SN1 vs SN2. E1, E2, SN1, or SN2? [with printable chart]

SN1 vs SN2. Is it SN1, SN2, E1, E2?

This is such a common question, not only for students but on exams too.  How do you tell if it is SN1 vs. SN2? How the heck do you tell the difference between an E1, E2, SN1, SN2 reaction?  Check out the chart below to start.

The factors that will decide SN1 vs SN2 and whether it is SN1, SN2, E1, E2:

1) Do you have a strong nucleophile?  If you do, it will favor an SN2 reaction in the SN1 vs SN2 fight.  If it is a mediocre nucleophile, it will favor an SN1 reaction.  This is because of the two mechanisms.  In the SN1, we have an open position (carbocation), so any old nucleophile can just waltz in and form a bond.  In the SN2, we are pushing off the leaving group, which requires a stronger nucleophile.  What is a strong nucleophile?  Check out these blog posts on strong nucleophiles and strong electrophiles.

2) Does your nucleophile double as a base? If yes, it is going to favor elimination (E1/E2) over substitution (SN1/SN2).  Bases want to take protons, which leads to elimination.

3) How good is your leaving group?  If it is awesome, it is more likely to be a carbocation intermediate, ie E1 or SN1 reaction.  If the leaving group is only OK, that means it has to be forced off and is more likely to be a concerted reaction mechanism like SN2 or E2.

4) What is your solvent? Polar protic solvents will stabilize a carbocation better, therefore promote an E1 or SN1 reaction.  Polar aprotic solvents favor SN2 and E2.  This is because a protic solvent is more likely to stabilize a carbocation intermediate and therefore promote the E1/SN1 pathway.

5) What kind of substrate do you have?  If your starting material is a tertiary substrate, you are definitely E1 or SN1.  If it is a primary substrate,  you are definitely SN2 or E2. If it is a secondary substrate, it could go any one of the ways.

The SN1 vs. SN2 video:

Here are two videos were are particularly fond of that coach you through the way to decide which of these things it is.

Some Examples:

Is it SN1, SN2, E1, E2?

This is an easier example, but let’s start with it.  Here is the most important thing to see: The product has OTf substituted, NOT eliminated.  Just by looking at the product, we know it has to be an SN1 or SN2 reaction NOT an E1 or E2 reaction.  Therefore, when we look at the different factors below, we are going to ignore E1 and E2.

  • Nucleophile: Cl is good but not great. Mediocre Nu = SN1.
  • Basic: NaCl is not basic.  No base = SN1/SN2.
  • Leaving group: OTf is a dynamite leaving group.  Awesome LG = SN1.
  • Solvent: tBuOH is a polar protic solvent = SN1.
  • Substrate: It’s tertiary at the leaving group = SN1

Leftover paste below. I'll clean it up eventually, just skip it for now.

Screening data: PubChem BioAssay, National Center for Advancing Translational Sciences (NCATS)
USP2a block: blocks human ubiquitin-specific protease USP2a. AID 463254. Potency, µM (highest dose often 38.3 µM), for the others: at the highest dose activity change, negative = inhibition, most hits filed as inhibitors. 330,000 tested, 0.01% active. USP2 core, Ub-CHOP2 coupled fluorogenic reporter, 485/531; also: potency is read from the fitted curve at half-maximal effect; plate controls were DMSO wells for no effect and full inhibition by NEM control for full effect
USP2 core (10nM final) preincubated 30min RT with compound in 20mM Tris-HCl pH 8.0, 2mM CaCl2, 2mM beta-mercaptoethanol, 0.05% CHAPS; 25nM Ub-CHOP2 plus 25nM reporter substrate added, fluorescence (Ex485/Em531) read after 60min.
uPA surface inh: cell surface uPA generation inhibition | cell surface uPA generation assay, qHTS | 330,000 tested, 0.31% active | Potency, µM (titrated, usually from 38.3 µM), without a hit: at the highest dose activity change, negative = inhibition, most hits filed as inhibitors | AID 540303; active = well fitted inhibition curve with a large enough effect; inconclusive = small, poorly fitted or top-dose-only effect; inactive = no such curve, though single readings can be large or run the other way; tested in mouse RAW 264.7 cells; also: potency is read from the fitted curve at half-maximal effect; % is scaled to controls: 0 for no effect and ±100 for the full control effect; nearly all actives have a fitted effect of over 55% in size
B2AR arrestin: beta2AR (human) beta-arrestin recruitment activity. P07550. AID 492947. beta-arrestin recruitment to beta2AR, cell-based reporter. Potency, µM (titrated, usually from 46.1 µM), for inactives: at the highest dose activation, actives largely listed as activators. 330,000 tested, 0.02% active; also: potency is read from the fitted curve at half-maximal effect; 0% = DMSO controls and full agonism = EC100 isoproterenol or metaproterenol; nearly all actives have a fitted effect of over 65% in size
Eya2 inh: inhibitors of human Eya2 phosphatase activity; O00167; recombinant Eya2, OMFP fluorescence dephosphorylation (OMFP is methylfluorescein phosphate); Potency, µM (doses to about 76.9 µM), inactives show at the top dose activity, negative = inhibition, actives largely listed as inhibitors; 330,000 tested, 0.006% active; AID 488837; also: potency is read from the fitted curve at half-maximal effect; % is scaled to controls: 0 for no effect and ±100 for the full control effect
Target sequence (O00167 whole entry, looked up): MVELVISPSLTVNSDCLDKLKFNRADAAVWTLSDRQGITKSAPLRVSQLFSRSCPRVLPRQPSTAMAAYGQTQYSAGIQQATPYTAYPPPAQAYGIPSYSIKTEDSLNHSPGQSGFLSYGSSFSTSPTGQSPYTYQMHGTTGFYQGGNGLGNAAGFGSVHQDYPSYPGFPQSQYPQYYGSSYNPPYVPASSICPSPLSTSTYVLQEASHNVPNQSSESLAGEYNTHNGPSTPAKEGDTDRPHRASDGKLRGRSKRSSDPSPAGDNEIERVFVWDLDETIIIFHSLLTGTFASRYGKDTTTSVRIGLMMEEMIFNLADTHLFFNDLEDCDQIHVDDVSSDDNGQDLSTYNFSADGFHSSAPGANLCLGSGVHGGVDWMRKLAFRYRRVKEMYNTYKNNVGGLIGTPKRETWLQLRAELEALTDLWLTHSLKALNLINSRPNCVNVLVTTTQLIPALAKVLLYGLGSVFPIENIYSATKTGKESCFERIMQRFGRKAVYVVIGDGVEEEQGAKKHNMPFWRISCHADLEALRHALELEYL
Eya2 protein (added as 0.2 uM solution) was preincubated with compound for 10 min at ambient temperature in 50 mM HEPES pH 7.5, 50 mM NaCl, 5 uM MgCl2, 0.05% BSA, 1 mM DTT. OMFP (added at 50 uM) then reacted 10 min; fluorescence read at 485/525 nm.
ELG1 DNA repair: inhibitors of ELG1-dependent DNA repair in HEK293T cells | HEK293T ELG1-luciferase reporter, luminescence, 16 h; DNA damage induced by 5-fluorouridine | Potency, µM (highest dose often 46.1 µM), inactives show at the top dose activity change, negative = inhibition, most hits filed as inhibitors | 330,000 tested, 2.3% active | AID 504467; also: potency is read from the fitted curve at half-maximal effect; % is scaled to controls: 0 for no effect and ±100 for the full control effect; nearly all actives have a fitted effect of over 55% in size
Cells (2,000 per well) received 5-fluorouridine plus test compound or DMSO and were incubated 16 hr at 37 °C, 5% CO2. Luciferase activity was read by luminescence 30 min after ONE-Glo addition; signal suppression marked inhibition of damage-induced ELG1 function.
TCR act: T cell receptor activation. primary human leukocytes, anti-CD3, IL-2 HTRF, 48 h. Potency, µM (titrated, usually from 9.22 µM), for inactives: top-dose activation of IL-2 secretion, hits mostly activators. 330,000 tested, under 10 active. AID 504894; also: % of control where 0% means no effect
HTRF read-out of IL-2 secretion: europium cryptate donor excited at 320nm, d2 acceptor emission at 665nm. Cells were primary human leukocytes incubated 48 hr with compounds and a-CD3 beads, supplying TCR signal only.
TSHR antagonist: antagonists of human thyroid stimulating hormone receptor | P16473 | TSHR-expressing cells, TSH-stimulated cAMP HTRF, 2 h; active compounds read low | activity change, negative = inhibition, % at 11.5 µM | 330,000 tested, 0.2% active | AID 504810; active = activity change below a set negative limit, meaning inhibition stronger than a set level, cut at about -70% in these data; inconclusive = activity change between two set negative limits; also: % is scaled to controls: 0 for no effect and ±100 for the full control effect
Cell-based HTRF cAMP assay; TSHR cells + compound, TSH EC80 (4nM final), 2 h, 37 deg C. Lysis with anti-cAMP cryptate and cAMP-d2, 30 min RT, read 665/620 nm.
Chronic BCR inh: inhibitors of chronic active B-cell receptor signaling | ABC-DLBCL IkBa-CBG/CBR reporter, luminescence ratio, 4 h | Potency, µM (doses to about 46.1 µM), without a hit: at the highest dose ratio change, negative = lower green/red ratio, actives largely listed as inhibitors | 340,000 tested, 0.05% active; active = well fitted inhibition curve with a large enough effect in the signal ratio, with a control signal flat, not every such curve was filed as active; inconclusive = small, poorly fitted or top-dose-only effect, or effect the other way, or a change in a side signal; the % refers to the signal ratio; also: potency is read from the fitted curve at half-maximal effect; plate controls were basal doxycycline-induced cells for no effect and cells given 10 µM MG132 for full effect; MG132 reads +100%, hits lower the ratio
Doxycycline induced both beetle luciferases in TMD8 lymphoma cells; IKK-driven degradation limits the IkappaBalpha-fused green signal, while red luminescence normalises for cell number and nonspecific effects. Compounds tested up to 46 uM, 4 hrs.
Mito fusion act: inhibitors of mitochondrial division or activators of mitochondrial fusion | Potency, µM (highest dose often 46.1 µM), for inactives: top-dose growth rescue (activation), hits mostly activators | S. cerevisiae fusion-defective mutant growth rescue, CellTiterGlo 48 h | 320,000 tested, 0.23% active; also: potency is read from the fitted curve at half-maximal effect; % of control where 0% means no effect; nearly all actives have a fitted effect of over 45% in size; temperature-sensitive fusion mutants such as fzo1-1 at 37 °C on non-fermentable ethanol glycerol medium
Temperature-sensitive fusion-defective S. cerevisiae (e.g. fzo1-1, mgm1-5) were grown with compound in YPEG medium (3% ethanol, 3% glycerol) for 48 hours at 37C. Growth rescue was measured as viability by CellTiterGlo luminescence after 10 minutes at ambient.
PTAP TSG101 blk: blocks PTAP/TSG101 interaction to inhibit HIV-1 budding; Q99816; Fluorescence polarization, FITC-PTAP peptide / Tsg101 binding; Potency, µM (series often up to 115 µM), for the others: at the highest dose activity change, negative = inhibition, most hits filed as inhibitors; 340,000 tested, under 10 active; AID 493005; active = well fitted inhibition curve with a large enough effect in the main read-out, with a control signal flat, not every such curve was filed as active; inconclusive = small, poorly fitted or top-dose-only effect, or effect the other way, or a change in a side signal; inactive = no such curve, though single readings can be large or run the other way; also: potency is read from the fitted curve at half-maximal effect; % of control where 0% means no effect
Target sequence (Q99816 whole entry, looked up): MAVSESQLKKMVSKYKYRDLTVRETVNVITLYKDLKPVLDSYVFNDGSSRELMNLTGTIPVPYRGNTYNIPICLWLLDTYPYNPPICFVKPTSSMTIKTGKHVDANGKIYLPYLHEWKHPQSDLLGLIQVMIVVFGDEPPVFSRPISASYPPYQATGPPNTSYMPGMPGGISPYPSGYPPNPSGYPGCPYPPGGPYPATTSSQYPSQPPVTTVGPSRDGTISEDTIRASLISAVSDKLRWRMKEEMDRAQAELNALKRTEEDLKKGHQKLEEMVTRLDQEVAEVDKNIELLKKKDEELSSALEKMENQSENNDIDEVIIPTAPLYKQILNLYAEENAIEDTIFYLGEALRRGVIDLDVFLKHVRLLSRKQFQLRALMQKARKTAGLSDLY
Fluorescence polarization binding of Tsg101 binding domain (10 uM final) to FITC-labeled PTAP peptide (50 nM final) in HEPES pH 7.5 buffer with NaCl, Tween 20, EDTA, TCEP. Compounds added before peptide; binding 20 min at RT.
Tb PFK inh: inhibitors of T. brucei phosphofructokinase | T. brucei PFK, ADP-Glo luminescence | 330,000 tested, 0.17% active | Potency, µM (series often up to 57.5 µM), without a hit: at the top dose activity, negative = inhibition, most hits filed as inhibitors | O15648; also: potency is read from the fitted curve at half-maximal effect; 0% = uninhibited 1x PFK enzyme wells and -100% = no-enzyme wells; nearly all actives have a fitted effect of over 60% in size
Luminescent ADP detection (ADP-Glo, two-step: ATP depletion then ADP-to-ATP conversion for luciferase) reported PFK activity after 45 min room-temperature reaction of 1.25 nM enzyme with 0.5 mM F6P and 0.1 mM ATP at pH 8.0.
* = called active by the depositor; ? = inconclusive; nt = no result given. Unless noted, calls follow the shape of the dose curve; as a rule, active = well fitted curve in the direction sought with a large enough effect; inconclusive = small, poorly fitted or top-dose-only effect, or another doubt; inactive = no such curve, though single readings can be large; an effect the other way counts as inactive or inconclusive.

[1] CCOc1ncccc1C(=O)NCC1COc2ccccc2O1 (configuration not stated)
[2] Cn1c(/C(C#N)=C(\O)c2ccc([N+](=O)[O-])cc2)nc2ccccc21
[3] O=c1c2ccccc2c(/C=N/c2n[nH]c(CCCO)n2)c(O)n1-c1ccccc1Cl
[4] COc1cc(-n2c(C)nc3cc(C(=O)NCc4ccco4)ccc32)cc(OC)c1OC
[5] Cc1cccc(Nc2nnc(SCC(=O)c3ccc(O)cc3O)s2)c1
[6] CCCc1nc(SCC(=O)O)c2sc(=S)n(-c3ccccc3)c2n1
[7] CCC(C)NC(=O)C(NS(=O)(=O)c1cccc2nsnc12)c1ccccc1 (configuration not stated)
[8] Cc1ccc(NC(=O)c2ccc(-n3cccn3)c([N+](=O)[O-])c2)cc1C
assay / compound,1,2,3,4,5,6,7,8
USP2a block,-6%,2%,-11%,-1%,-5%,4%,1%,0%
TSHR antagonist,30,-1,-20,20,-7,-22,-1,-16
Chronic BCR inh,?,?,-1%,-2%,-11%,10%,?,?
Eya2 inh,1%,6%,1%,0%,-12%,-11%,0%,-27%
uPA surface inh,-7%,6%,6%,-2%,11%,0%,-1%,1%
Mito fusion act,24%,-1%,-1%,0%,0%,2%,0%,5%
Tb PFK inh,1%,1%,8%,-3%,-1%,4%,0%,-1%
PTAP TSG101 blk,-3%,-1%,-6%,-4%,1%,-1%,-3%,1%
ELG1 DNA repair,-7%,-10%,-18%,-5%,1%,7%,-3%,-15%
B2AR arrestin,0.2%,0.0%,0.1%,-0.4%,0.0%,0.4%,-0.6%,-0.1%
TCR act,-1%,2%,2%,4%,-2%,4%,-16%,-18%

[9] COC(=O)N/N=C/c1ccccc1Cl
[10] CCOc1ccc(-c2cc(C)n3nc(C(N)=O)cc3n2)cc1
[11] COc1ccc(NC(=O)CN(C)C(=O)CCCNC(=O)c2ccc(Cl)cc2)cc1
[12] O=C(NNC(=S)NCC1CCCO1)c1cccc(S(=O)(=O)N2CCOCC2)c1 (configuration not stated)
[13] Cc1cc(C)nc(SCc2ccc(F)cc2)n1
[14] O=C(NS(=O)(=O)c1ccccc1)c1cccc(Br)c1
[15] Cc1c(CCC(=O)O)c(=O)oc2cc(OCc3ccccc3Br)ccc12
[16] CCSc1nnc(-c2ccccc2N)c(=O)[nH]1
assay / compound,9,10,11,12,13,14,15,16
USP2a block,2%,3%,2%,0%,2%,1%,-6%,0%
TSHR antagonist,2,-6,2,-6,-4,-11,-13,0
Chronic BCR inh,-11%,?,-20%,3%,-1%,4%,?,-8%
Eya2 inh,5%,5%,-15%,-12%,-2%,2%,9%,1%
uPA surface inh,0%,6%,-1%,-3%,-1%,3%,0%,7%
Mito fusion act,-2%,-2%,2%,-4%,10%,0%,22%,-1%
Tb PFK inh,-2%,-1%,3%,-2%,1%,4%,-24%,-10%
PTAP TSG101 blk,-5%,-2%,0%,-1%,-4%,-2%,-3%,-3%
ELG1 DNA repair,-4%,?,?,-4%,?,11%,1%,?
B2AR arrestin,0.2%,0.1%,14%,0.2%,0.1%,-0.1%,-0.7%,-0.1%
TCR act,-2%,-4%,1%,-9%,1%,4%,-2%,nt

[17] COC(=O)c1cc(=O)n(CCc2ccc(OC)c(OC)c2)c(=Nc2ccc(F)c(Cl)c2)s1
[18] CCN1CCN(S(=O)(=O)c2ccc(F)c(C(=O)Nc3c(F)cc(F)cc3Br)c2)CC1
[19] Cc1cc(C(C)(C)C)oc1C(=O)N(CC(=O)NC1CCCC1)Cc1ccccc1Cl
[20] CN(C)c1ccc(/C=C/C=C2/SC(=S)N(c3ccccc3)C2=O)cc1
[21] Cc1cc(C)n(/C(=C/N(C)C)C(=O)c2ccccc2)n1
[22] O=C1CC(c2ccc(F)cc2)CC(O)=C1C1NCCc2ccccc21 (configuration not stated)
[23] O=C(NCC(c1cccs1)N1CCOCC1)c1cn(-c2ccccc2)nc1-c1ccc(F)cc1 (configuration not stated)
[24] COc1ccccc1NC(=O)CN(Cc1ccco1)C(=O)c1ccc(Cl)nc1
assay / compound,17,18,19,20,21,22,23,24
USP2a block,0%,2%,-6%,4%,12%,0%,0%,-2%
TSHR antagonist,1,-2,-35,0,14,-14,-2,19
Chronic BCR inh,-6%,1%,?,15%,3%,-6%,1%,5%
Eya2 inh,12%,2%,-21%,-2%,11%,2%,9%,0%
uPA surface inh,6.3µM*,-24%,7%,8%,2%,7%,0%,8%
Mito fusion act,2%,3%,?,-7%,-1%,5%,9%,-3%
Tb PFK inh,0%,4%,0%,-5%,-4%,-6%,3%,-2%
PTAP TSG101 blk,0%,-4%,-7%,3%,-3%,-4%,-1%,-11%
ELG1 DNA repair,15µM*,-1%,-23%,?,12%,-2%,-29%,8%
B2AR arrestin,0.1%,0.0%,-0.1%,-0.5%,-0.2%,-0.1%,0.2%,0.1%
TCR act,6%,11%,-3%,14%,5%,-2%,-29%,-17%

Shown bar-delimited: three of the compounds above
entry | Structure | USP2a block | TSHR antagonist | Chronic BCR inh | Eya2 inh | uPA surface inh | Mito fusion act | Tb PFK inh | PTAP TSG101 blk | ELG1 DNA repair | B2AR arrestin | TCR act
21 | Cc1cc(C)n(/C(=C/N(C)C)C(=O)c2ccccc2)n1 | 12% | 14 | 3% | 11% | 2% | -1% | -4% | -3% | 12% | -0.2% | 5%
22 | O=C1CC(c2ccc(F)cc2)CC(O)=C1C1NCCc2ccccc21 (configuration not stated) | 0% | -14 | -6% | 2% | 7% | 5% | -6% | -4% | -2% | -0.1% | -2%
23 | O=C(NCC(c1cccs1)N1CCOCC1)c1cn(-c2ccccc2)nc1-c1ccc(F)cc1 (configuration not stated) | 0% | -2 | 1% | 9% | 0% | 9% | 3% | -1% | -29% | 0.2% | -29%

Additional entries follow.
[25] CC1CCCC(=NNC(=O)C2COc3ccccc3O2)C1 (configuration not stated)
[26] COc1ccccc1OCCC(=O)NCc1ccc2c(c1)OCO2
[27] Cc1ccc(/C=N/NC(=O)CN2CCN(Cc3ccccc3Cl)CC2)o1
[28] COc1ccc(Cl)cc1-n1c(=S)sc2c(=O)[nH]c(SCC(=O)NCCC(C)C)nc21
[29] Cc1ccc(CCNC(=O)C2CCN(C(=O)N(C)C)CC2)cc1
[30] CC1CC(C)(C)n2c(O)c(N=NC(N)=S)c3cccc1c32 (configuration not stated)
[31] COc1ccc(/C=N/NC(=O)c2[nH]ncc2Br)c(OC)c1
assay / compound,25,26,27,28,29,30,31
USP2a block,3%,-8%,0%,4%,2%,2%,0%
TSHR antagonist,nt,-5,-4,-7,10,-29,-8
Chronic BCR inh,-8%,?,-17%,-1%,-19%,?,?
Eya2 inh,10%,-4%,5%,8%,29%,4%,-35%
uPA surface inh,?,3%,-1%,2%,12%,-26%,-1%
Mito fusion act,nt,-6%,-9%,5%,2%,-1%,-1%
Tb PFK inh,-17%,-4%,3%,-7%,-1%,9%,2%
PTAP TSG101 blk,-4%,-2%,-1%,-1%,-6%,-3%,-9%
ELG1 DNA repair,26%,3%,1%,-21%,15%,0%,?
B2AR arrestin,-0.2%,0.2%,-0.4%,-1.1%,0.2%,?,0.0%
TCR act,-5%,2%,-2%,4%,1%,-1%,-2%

All of the factors point to an SN1 reaction, therefore I feel comfortable saying it is an SN1 reaction.

organic chemistry help

How about this one:

SN1 vs SN2 reaction

This is still clearly a substitution, but it’s on a secondary substrate, so it could go either SN1 or SN2.  Here are the factors:

  • Nucleophile: CN is a great nucleophile.  Great Nu = SN2
  • Basic: NaCN is not basic.  No base = SN1/SN2, but we already knew that.
  • Leaving group: Cl is a decent leaving group. Decent LG = SN2
  • Solvent: acetone is a polar aprotic solvent = SN2
  • Substrate: It’s secondary at the leaving group = SN1 OR SN2

Almost all of the factors point to an SN2 reaction, with the notable exception of the type of substrate.  I still feel comfortable saying it is an SN1 reaction.

What do you think?  What is the most difficult substitution/elimination problem you have seen on an exam or in class?

Reference: E1 E2 SN1 SN2 chart 

Dr. Michael Pa got a bachelors degree in chemistry from Binghamton University, a masters degree in organic chemistry from the University of Arizona and a Ph.D. in organic chemistry from the University of Arizona. His research focus was on novel pain killers which were more potent than morphine but designed to have fewer side effects. There may even be a patent or two that came out of it. Prior to all of this, he was a chemist at Procter and Gamble. After all of that, he (briefly) worked as a post-doctoral assistant at Syracuse University, working on novel organic light-emitting diodes (OLEDs). In between, he did NOT compete at the 1996 Olympics, make the Atlanta Braves opening day roster, or become the head coach of the Indiana Pacers, as he had intended. #fail During this entire time, he always loved helping students, especially if they were struggling with organic chemistry. In 2006, Dr. Pa founded in order to make learning organic chemistry fast and easy. 14 years and about 60,000 students later we are still helping students to learn organic chemistry one reaction at a time at